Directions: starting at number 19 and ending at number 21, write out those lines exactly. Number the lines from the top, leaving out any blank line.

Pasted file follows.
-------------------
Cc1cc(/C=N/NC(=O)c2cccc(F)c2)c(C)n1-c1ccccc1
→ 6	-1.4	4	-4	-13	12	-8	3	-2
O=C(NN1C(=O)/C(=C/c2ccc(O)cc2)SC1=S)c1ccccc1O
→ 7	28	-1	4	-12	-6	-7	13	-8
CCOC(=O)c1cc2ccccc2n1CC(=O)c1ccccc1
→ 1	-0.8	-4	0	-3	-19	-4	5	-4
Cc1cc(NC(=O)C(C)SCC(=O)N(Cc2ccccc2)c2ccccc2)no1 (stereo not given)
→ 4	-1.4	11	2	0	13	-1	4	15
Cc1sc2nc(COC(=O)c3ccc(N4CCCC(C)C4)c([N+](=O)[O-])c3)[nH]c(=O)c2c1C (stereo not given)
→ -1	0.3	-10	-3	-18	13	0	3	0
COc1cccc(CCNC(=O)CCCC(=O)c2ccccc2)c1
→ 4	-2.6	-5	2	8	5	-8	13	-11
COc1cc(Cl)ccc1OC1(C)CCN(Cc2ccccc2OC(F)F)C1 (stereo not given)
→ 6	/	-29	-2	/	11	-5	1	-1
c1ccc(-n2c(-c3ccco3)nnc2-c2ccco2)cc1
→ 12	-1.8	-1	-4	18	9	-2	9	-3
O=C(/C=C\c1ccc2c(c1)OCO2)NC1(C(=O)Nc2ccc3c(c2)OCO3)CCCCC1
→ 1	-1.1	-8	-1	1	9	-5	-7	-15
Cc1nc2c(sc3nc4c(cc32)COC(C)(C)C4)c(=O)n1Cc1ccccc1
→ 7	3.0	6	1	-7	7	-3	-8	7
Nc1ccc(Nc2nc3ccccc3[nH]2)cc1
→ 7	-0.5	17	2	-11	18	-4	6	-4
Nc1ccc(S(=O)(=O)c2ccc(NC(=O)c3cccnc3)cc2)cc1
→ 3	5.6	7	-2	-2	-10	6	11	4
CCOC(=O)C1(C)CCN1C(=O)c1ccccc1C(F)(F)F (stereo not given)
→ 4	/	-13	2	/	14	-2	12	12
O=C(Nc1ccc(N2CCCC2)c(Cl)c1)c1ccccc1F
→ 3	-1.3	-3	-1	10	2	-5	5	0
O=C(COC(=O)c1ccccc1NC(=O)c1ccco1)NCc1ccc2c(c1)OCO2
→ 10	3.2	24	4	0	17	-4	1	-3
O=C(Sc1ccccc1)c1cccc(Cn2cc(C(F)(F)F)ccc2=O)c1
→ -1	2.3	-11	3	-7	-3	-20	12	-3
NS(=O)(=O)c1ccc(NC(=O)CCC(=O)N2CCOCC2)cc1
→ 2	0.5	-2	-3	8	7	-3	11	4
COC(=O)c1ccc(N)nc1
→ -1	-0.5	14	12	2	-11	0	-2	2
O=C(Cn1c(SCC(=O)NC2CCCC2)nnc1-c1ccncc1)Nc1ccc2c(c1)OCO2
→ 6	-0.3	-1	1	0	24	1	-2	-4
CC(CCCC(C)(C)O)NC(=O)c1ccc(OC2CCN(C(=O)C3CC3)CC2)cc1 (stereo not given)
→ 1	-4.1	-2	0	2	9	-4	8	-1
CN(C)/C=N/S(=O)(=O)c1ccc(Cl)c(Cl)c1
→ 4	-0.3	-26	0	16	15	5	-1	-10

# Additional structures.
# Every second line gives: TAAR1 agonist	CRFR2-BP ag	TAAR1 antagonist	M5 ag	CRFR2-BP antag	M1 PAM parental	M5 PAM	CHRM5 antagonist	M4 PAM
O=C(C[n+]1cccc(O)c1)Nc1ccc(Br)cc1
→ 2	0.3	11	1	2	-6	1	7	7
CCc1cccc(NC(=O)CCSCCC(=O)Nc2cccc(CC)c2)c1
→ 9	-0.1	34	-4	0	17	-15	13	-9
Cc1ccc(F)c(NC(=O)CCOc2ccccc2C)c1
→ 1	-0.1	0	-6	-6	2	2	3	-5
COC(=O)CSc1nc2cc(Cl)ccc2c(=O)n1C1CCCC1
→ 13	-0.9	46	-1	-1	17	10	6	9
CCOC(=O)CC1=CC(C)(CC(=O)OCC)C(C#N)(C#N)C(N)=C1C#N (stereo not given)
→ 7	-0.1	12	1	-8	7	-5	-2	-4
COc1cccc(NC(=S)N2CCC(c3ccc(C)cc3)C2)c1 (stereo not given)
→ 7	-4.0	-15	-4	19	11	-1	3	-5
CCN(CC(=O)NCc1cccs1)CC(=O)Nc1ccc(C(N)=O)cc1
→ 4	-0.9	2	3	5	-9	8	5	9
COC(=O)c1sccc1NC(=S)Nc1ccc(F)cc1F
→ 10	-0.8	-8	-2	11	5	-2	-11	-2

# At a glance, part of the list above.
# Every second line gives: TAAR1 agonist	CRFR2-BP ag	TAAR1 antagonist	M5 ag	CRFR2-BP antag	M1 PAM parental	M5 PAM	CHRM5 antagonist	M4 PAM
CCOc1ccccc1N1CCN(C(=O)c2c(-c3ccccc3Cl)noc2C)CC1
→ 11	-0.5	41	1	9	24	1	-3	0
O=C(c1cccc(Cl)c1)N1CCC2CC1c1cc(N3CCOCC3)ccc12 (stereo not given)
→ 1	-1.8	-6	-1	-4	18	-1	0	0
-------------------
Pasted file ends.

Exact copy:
Cc1nc2c(sc3nc4c(cc32)COC(C)(C)C4)c(=O)n1Cc1ccccc1
→ 7	3.0	6	1	-7	7	-3	-8	7
Nc1ccc(Nc2nc3ccccc3[nH]2)cc1